Post-road-trip reflections

Ever since fleeing my rural upbringings for college in D.C., I have taken pride in how little I rely on driving to get around–to the point that I didn’t buy my first car until I was 26. But over the last week and change, I clocked 1,117 miles in a rented vehicle and did not hate it.

Getting paid for the time I spent behind the wheel as part of PCMag’s upcoming Fastest Mobile Networks report made a difference. But having each day’s drive be a one-off proposition instead of the latest iteration of a dreadful commute made its own difference. The first multiple-day road trip I’ve had in about 25 years took me to some interesting places, away from home and around the District.

Photo shows a black Chevy Spark with Hawaii plates, with the High Museum of Art across the street and midtown Atlanta buildings in the background

To start, having to stop and test the wireless carriers’ performance at multiple places scattered around each city on my itinerary–Baltimore, D.C., Raleigh and its Triangle neighbors, Charlotte, and Atlanta–allowed me to indulge my interest in transportation and development just by looking around.

All of these cities feature beautiful neighborhoods I wish I’d had time to walk around on this trip, and all made some dreadful mistakes decades ago with urban highways. (Spoiler alert: They often shoved them through Black people’s homes.) Some now seem to be making amends for those auto-centric excesses with bike lanes, light-rail lines and streetcars, sights that delighted my Greater Greater Washington-reading heart.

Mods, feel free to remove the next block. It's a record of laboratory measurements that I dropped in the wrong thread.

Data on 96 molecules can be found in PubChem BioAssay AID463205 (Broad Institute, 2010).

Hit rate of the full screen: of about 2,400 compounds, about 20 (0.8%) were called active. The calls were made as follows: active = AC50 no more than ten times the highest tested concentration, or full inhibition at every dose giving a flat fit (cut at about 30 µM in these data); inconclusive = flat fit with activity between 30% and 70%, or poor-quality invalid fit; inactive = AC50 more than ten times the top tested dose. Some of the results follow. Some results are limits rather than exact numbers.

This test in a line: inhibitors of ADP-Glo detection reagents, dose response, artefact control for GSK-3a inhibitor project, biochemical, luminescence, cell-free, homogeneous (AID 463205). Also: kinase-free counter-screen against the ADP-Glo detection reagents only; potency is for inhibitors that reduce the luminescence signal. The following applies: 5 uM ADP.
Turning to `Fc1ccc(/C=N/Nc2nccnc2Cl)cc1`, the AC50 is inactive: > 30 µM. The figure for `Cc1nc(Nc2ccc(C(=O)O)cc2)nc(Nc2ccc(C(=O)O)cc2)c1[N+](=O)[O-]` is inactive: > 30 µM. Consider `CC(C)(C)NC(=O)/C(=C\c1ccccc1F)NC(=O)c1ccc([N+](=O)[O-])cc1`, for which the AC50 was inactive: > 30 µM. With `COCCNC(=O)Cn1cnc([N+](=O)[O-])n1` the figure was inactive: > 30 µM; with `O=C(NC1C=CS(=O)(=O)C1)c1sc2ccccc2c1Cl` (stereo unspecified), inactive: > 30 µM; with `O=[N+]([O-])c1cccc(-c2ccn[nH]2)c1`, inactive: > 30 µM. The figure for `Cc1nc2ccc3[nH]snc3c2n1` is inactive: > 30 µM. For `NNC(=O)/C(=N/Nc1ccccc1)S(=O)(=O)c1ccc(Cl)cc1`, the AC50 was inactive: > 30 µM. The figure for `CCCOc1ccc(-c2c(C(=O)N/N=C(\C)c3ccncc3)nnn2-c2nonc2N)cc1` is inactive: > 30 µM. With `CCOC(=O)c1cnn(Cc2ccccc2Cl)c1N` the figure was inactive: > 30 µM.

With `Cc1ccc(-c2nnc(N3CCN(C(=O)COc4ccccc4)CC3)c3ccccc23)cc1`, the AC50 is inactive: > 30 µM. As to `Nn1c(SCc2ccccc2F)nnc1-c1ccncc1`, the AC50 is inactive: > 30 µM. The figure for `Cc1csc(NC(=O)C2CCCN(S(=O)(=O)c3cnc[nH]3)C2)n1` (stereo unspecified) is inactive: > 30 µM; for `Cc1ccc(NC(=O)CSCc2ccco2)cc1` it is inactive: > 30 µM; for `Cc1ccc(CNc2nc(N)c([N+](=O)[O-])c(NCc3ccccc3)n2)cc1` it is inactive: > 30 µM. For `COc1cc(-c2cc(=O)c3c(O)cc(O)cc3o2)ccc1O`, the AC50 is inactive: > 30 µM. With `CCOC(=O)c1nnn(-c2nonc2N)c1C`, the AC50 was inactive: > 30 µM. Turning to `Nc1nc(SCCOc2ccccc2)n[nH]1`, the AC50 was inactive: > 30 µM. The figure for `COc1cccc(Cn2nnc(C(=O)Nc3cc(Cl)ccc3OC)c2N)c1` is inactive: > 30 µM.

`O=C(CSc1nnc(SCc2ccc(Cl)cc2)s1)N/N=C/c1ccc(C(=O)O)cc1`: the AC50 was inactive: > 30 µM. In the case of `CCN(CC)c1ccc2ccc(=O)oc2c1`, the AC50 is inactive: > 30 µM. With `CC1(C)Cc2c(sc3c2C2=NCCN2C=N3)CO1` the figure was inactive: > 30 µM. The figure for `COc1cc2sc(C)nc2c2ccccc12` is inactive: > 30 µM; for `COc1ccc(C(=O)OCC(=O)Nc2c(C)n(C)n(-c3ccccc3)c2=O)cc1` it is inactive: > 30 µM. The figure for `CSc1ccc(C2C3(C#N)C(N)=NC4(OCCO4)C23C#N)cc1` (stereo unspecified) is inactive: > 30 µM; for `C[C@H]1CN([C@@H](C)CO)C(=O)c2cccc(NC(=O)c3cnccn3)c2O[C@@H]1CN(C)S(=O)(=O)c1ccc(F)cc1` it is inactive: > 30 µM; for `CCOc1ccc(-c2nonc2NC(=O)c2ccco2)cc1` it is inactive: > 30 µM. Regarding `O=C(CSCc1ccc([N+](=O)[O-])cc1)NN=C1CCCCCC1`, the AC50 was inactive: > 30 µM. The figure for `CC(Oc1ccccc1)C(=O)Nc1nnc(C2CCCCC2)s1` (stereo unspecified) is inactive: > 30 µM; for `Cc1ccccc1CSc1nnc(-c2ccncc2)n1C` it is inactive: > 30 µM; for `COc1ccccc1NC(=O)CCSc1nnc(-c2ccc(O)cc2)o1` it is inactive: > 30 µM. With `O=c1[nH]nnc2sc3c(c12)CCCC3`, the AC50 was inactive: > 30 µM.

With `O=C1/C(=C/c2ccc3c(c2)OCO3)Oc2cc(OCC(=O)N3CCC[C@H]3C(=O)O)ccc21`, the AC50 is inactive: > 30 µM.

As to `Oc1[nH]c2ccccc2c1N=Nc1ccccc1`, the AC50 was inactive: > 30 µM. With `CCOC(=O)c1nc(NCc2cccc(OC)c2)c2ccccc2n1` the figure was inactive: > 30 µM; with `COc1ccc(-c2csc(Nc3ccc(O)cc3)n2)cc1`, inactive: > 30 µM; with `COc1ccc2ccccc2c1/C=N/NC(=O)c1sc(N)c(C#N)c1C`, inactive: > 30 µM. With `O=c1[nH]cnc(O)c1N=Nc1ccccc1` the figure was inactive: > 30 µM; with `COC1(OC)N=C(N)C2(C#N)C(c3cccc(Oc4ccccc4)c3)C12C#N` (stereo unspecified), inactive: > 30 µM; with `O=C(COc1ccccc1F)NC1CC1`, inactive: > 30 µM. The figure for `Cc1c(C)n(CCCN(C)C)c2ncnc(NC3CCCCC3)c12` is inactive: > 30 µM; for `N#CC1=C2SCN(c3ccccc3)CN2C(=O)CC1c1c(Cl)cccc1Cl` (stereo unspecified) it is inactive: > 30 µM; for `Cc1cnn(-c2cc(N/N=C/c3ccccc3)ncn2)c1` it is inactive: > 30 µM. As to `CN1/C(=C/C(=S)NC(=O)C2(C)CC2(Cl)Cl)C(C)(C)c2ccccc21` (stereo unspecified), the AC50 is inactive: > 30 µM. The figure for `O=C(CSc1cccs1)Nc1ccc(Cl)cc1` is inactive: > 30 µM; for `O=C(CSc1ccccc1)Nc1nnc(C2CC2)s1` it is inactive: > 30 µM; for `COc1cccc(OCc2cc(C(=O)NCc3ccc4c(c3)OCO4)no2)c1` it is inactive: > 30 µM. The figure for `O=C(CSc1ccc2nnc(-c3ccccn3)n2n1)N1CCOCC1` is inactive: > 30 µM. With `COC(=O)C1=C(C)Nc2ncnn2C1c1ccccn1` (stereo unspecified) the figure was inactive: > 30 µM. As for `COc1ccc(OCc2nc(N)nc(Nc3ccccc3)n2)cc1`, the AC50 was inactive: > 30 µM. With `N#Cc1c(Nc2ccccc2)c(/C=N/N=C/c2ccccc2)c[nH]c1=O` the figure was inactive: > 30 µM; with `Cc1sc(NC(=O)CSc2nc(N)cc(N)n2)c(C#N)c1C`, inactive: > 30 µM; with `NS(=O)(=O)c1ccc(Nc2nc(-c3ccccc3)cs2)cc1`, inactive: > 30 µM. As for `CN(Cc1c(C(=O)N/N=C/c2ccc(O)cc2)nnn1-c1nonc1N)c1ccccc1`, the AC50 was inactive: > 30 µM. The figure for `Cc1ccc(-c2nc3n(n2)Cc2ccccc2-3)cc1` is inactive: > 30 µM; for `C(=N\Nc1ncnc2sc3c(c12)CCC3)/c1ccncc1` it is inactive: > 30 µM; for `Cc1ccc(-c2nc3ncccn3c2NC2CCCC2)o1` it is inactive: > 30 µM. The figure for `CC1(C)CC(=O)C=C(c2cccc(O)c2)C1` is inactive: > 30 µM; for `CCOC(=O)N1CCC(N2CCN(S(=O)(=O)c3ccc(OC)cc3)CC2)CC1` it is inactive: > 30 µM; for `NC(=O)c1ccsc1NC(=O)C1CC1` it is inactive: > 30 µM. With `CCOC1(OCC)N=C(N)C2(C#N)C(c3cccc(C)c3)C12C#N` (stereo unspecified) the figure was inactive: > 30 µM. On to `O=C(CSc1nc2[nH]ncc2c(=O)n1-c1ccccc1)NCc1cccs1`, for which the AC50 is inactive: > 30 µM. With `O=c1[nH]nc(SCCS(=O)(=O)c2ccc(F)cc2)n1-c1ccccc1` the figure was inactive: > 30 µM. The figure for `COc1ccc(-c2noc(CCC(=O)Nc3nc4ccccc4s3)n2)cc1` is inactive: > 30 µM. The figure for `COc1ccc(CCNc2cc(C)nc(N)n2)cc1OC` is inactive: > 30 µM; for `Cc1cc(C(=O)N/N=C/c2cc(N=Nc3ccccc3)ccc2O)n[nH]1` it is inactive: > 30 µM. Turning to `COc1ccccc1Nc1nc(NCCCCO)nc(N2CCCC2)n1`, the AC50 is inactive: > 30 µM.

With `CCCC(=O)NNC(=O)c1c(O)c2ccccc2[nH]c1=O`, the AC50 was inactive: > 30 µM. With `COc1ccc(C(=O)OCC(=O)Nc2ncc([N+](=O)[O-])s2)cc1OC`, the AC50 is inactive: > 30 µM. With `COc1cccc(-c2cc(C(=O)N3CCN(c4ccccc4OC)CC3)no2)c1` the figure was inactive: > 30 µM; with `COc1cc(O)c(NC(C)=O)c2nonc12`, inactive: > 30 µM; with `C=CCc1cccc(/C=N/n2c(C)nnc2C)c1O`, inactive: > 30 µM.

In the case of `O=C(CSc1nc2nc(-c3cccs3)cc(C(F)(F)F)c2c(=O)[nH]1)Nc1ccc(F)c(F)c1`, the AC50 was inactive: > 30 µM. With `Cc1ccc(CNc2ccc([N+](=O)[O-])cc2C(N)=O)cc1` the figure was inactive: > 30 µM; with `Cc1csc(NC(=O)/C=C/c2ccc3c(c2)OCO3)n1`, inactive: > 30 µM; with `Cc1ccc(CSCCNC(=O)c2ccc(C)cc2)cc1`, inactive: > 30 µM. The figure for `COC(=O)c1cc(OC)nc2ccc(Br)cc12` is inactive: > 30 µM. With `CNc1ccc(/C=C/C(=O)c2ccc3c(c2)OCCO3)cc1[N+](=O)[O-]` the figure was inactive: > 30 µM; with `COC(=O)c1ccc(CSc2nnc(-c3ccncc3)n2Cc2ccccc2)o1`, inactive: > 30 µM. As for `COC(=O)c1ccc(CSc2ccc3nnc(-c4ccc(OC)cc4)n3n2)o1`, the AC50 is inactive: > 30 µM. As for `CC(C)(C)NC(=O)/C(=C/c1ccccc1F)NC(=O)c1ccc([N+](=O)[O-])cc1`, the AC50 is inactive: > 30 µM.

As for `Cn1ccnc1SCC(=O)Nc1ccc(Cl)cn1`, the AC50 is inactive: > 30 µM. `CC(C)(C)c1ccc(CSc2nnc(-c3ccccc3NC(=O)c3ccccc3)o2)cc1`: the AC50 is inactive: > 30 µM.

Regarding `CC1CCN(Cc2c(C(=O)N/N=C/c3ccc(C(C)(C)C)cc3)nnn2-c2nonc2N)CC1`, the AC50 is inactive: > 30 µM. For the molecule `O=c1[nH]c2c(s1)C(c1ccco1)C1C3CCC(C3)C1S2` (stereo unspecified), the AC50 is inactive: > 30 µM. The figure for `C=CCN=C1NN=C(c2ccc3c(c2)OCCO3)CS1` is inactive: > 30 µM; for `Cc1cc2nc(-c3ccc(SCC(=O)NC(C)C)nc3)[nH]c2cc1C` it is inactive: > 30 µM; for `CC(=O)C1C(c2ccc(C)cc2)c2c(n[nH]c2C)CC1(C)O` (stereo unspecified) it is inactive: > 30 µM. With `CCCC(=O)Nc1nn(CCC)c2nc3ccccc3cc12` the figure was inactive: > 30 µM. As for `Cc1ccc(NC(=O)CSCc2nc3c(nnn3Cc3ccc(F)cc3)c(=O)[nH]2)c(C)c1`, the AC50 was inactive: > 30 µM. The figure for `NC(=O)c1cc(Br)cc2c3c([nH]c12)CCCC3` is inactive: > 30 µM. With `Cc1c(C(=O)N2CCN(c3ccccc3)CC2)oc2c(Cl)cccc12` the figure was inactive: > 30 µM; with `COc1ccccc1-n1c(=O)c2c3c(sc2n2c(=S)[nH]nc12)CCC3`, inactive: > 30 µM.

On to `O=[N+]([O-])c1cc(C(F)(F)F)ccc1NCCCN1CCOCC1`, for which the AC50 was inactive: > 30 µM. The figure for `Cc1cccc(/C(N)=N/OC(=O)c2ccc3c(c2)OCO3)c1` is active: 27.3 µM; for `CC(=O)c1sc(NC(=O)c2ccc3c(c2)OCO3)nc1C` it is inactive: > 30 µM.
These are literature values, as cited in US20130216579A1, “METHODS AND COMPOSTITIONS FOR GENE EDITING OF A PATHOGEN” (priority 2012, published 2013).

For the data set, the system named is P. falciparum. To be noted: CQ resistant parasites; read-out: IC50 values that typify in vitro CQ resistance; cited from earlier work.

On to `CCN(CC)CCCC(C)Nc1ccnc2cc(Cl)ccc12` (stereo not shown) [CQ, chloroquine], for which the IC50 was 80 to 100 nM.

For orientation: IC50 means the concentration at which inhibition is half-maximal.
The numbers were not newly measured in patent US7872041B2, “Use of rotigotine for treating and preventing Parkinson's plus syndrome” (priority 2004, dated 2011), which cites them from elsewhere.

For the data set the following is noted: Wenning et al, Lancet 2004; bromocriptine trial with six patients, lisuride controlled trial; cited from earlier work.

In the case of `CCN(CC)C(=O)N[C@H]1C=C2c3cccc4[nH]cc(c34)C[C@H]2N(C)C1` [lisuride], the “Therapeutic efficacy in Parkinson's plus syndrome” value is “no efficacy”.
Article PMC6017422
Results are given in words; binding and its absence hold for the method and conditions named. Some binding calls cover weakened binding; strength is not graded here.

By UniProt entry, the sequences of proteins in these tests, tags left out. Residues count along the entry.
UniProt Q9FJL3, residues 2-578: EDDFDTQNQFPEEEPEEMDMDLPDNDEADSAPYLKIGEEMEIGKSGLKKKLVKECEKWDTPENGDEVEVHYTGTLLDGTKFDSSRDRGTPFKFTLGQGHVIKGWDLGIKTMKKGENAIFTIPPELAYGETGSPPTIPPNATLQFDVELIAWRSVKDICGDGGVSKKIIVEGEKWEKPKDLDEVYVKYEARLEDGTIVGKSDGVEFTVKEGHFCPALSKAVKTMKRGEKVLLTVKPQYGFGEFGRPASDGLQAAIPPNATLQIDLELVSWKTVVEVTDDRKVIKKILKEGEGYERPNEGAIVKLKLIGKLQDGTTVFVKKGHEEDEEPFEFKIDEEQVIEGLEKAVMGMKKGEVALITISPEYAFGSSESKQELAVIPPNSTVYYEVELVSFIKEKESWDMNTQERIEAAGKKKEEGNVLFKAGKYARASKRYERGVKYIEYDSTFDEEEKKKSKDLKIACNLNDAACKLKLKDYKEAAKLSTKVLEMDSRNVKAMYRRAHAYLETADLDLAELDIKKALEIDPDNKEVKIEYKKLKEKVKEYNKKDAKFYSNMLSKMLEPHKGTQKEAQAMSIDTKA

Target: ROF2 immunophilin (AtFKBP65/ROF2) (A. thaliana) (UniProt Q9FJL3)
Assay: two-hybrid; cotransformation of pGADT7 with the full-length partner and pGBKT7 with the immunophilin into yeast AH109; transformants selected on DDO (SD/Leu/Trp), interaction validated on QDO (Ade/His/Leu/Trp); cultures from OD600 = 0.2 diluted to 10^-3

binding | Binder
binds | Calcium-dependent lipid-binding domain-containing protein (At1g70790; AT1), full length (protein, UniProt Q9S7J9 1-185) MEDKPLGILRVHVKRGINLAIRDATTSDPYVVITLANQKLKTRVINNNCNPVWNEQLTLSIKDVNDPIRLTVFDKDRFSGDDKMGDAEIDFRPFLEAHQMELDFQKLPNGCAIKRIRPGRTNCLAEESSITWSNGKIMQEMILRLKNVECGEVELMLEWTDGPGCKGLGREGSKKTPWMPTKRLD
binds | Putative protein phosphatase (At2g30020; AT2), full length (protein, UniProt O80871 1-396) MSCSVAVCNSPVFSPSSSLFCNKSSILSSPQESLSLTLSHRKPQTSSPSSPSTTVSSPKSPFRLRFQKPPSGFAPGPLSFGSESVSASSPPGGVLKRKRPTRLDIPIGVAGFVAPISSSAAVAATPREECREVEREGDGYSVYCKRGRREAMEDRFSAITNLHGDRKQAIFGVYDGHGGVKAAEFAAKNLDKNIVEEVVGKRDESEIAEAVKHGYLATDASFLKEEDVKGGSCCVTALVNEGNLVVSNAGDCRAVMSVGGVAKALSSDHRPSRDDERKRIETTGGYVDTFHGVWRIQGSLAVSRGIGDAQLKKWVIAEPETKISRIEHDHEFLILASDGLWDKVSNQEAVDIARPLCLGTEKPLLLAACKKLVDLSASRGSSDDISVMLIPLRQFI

After months of having all three meals almost exclusively at home, I also had the challenge of getting breakfast, lunch and dinner without falling back on chain restaurants. All the mandatory test stops often got in the way of this and led me to atrocious lunch times after 2 p.m., but I did meet that challenge and now have a short list of places to return to. I’m not sure when I’ll next have a chance to get lunch at Fat Matt’s Rib Shack in Atlanta or NoDa Bodega in Charlotte, among others, but Open Crumb in Anacostia is only a few blocks off a bike trail I’m overdue to return to.

PCMag’s instructions for this drive testing encouraged avoiding Interstates between cities in favor of smaller, more rural roads that might expose the limits of the carriers’ networks, and that changed up the journey a little more. The four- or two-lane roads I found ate up more of my time but also relieved me of the sight of other cars’ brake lights–and often, of other cars at all. Large swaths of Virginia, North Carolina, South Carolina and Georgia remain forests with only the occasional town of a few intersections to change up the scenery.